I don't know much about the groom's family — they don't seem to have lived in this area before 1910. David Aley was a carpenter, his wife Callie a homemaker; David's widowed mother lived with them. John was their only child.

The young couple may indeed have been building their own house, but for the present they would live with John's parents, Lulu staying at home with the mother-in-law and grandmother-in-law (God help them all) while John worked at a steel mill.


Sources:
1850 Census.
1874 Plat Map.
1900 Census.
1910 Census.
1920 Census.
♦ "Aley-Strong." Hobart Gazette 26 Dec. 1919.
♦ "Aley-Strong." Hobart News 25 Dec. 1919.
♦ "Finds Gas." Hobart Gazette 12 Apr. 1912.
Indiana Marriage Collection.
♦ "Local Drifts." Hobart Gazette 19 Aug. 1910; 30 Sept. 1910.
♦ "Personal and Local Mention." Hobart News 9 Apr. 1913.

Tuesday, October 16, 2012

We Run This Train

From the Schavey envelope collection.

Baltimore and Ohio
(Click on image to enlarge)
Image courtesy of the Hobart Historical Society.


These guys look pretty proud of that train of theirs, but with no notes written on this one, I have no clue who they are, and I don't know enough about locomotive history to even try to date this one. Maybe one of those railroad experts will happen by here and help me out. I'm sure there are people out there who could take one look at that picture and say, "Good old unit 498! It was built at [city] in [year] and was in service for [number] years …."

All I know about the Baltimore and Ohio Railroad is that it passed through Gary on the way to Chicago. The caboose appears to be marked Baltimore and Ohio Chicago Terminal Co.

Monday, October 15, 2012

Community Christmas

Community Christmas
(Click on image to enlarge)
From the Hobart Gazette of Dec. 19, 1919.


Community dance, community Christmas tree, all at Community Hall. Sounds nice. And there's Carrie Chester Raschka being all prominent in the community.

And Lee & Rhodes running their usual plumbing ad on the front page, in spite of their having recently branched out, it seems, into the installation of residential electricity plants.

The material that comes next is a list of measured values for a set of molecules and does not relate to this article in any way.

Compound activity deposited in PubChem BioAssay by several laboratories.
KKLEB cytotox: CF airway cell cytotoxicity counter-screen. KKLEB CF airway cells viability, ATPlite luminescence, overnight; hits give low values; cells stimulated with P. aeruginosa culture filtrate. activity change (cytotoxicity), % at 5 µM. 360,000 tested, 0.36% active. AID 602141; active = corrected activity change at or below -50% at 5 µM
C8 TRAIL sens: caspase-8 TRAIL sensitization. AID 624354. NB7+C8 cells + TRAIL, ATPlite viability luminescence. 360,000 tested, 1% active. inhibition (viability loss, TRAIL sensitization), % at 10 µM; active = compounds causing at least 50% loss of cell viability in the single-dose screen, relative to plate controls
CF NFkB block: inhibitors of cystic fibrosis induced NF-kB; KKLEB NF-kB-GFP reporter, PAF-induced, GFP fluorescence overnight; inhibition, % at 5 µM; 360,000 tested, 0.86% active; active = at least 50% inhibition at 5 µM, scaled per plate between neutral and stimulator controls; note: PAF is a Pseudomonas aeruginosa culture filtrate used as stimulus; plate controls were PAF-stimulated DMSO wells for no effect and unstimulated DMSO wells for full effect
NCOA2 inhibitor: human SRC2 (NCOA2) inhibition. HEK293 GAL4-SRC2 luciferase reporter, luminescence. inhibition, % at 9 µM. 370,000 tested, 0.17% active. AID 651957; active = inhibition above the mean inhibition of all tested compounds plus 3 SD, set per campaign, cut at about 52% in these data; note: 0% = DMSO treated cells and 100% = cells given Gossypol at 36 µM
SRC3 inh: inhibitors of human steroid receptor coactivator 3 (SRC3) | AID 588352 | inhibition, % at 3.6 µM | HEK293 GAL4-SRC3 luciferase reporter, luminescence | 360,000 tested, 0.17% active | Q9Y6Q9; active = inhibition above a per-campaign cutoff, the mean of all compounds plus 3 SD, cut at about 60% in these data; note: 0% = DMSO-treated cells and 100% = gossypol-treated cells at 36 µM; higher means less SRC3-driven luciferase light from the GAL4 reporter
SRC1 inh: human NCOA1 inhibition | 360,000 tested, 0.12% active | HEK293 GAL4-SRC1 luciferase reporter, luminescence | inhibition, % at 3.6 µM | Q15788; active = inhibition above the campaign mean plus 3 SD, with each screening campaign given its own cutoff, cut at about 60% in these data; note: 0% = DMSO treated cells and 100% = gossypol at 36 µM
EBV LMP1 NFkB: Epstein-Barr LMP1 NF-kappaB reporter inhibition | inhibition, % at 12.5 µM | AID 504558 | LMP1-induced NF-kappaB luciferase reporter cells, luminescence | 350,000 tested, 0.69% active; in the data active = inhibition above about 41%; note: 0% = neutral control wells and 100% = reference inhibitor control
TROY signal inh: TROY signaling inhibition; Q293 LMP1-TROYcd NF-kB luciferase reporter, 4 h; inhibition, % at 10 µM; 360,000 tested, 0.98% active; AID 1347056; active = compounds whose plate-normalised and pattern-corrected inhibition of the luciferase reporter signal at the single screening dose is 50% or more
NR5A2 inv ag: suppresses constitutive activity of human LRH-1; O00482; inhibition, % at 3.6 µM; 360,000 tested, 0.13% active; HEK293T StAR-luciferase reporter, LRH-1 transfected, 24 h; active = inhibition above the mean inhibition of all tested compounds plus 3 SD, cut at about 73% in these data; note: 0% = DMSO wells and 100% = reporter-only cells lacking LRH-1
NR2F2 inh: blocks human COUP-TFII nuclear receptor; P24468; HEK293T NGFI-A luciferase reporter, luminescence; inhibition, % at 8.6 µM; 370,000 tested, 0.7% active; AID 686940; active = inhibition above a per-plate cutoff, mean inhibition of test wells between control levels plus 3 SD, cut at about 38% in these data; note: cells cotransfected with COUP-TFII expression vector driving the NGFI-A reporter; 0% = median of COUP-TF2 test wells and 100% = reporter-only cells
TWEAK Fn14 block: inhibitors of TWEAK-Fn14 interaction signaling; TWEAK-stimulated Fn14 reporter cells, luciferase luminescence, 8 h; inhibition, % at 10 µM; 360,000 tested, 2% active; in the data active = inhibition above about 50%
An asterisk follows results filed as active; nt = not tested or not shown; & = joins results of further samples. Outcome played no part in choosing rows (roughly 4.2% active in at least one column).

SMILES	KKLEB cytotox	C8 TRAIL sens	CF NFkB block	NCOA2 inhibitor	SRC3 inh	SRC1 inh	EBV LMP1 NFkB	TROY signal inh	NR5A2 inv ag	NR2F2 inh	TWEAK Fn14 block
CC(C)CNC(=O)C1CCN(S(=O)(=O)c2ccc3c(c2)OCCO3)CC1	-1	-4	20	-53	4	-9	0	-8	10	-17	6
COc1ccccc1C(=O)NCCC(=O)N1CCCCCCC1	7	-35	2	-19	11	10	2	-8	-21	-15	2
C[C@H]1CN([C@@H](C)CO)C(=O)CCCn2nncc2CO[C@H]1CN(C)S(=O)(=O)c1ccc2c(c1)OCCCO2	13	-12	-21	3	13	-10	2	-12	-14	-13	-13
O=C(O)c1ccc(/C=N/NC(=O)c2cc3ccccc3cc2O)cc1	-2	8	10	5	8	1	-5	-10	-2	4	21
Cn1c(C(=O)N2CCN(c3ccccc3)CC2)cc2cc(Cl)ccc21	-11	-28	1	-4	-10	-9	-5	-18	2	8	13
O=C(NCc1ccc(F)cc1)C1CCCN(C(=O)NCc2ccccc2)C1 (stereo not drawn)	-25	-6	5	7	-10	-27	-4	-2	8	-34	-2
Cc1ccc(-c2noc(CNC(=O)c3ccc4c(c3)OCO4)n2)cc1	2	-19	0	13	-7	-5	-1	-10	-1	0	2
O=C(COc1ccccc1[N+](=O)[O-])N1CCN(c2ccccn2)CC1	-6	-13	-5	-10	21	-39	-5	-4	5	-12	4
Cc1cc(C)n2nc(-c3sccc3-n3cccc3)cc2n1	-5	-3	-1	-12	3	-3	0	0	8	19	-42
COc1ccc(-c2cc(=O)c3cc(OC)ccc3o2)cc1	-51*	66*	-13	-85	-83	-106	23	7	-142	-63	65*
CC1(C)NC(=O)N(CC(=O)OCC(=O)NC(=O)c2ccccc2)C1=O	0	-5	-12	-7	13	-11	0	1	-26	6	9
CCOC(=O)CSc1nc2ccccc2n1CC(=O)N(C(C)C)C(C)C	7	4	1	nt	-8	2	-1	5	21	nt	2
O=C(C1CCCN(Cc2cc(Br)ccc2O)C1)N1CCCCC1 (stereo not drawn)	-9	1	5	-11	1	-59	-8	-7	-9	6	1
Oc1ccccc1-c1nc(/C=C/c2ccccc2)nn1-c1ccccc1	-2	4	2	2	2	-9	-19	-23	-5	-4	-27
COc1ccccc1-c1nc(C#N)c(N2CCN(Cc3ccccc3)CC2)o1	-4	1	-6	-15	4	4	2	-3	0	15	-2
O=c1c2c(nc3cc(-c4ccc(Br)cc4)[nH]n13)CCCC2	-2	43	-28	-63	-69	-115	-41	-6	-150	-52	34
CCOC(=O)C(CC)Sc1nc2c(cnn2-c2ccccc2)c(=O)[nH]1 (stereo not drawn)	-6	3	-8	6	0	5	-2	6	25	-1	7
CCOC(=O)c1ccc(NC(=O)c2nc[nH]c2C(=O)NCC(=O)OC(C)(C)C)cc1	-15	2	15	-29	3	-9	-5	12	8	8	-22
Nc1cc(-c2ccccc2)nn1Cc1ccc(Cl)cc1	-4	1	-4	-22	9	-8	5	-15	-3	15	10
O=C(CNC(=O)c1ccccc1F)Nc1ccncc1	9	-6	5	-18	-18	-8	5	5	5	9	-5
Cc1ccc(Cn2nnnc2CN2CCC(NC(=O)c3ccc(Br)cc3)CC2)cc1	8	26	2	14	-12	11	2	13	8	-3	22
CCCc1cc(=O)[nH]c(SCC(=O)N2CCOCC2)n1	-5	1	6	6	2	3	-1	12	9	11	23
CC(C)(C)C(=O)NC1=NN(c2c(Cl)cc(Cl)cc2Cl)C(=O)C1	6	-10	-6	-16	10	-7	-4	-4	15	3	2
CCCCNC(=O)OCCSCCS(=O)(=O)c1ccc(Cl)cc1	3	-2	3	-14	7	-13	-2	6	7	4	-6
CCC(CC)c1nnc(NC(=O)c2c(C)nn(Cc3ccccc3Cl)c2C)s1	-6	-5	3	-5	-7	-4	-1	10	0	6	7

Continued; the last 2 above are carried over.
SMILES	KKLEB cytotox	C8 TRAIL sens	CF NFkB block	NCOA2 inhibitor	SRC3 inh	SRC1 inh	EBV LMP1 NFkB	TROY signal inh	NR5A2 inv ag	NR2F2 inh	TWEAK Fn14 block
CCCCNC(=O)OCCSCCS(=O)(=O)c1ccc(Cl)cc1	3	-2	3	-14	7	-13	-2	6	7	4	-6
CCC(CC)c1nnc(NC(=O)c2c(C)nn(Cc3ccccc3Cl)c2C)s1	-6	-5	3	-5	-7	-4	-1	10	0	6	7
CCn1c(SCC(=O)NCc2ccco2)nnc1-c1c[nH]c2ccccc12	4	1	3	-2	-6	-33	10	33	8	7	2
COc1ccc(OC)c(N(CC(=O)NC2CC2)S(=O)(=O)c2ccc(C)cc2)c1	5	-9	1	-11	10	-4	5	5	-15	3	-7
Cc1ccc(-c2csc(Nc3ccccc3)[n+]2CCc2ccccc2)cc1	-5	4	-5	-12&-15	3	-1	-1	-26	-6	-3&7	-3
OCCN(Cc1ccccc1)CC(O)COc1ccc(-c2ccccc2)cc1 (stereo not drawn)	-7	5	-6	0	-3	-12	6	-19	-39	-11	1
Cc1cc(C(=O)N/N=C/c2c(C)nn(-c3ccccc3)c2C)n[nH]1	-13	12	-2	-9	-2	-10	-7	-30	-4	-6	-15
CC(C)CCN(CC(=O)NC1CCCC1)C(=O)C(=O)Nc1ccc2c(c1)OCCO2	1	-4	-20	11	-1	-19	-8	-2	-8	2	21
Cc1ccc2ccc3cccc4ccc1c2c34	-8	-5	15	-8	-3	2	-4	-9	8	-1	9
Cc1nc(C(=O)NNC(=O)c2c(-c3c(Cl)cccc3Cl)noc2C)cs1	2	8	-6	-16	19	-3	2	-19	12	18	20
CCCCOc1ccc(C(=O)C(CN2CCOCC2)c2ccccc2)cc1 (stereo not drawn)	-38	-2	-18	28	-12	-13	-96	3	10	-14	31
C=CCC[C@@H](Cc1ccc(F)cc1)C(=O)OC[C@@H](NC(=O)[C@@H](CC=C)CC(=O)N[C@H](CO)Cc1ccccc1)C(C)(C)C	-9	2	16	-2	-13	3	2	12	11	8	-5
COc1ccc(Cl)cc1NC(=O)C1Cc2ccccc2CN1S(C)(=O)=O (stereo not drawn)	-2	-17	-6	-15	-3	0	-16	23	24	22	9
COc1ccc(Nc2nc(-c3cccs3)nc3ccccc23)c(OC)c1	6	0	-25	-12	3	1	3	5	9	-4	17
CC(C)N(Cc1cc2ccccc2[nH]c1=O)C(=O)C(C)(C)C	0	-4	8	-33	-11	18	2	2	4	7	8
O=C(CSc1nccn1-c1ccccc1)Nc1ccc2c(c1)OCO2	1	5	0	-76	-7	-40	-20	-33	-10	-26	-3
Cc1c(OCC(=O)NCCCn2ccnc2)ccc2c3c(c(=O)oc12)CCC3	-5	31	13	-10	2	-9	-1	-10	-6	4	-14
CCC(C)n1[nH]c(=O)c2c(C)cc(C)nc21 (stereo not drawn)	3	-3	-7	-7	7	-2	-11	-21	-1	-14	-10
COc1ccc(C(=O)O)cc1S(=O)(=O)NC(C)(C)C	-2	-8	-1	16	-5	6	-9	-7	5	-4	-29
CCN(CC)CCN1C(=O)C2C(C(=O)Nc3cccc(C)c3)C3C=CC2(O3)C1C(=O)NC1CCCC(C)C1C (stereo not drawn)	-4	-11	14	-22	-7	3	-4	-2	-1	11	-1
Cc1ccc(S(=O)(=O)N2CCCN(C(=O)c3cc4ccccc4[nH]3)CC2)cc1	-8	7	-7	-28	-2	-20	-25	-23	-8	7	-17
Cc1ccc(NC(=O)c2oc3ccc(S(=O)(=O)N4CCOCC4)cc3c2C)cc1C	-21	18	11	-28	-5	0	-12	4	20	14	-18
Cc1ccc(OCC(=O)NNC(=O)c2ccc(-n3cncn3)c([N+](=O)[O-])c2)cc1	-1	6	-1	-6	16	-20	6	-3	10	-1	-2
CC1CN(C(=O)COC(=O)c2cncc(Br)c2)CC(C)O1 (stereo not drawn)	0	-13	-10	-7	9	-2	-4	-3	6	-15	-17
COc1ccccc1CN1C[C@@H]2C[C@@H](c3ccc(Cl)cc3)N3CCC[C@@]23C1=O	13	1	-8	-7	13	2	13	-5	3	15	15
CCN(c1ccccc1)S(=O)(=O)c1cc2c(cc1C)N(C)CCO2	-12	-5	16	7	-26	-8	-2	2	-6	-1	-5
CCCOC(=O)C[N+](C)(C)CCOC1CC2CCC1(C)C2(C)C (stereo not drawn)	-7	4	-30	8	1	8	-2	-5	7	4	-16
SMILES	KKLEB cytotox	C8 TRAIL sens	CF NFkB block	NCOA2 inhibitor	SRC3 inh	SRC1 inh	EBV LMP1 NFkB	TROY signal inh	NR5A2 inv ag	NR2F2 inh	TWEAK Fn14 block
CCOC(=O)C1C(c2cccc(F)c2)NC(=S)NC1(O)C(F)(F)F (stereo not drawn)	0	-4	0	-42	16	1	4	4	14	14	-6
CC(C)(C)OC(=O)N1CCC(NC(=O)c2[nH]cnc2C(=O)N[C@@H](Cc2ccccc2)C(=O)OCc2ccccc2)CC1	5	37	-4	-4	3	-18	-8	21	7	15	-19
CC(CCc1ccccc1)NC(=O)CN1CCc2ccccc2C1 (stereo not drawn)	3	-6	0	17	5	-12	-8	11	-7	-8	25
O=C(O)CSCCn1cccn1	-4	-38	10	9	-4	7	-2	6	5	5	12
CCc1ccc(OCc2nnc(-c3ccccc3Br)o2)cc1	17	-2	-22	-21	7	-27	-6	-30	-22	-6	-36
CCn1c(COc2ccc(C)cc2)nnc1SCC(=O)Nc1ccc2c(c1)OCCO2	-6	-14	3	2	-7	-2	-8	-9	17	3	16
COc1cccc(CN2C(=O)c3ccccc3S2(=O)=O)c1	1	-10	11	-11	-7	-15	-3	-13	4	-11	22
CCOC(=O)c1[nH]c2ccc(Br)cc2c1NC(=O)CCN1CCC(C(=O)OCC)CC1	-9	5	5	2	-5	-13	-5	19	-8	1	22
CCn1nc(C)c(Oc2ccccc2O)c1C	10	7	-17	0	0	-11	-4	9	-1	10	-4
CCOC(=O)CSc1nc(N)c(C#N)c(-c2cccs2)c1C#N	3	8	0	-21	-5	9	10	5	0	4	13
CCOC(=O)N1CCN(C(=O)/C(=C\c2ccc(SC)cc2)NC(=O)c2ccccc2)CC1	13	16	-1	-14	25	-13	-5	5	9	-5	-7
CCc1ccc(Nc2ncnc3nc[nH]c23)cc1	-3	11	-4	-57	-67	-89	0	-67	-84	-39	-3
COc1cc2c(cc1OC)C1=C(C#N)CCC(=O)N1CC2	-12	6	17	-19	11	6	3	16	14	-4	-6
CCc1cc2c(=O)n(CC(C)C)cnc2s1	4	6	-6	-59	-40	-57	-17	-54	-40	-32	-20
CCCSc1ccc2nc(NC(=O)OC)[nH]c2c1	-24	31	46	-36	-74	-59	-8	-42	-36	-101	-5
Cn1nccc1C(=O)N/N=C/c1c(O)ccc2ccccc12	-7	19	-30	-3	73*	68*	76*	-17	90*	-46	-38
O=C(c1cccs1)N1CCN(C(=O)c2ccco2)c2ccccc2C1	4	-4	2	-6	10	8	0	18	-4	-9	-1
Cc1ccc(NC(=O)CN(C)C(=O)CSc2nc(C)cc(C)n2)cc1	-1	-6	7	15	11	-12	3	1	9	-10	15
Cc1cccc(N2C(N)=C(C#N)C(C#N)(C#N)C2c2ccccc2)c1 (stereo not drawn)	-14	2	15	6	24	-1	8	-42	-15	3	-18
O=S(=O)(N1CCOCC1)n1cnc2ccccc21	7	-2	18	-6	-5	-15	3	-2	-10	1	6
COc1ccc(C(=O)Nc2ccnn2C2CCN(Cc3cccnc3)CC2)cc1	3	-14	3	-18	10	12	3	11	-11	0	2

Sunday, October 14, 2012

Bromance

From the Schavey envelope collection.

Bromance 1
(Click on image to enlarge)
Image courtesy of the Hobart Historical Society.


No helpful notes written on the back of this photo, so we don't know the identity of these best buddies, or brothers, or cousins, whatever they are. And the focus is so bad that I hesitate even to guess at the setting.

Saturday, October 13, 2012

The Race Car Driver Settles Down

Last we heard of Clifford Blachly, he was speeding around a track in Valpo, winning an auto race. Now, at the tender age of 20, he is settling down.

Clifford Blachly/Mary Heiney
(Click on image to enlarge)
From the Hobart News of 11 Dec. 1919.


The 1920 Census would show him living in Gary with his wife — who would that year give birth to their first child — and his parents, and working as a foreman in a steel mill. Sounds very responsible. I don't know if we'll hear any more of his racing cars, but in by the 1930 Census he had found a way to combine his love of cars with responsible wage-earning: he was a steel-mill chauffeur.

… Also, Eugene and Carrie Chandler are so excited about moving to their very own farm that they can't wait for all those fine buildings to be finished.

♦    ♦    ♦

As we continue following the unusual career of Ellsworth Humes, we find this in the "Local and Personal" column of the Hobart News of December 18, 1919: "Ellsworth Humes left last week to become advance advertising man for Harvey's Greater Minstrels. The show is now eastward bound, and will later go to the Pacific coast."

It's difficult to find any information about Harvey's Greater Minstrels. Here is a brief summary.

A minstrel show was something of an anachronism in 1919, as such entertainments had, since the turn of the century, been giving way to vaudeville and stage musicals, and now the movies were taking over the entertainment world.

Friday, October 12, 2012

The Charioteer

From the Schavey envelope collection.

The Charioteer
(Click on image to enlarge)
Image courtesy of the Hobart Historical Society.


I don't know who he is, but he looks like he means business.

Thursday, October 11, 2012

"Sale of Kulage Brick Works"

A couple of mildly interesting items. Only mildly.

Crisman/Kulage
(Click on images to enlarge)

First we get a little Crisman genealogy — so this Thomas Crisman was the brother of the John Crisman whose house I just missed photographing.

And then we see the Kulage brickyard changing ownership, though not name. An earlier report by the Gazette said that the new owner(s) had incorporated the Kulage Clay Product Co. to run the business.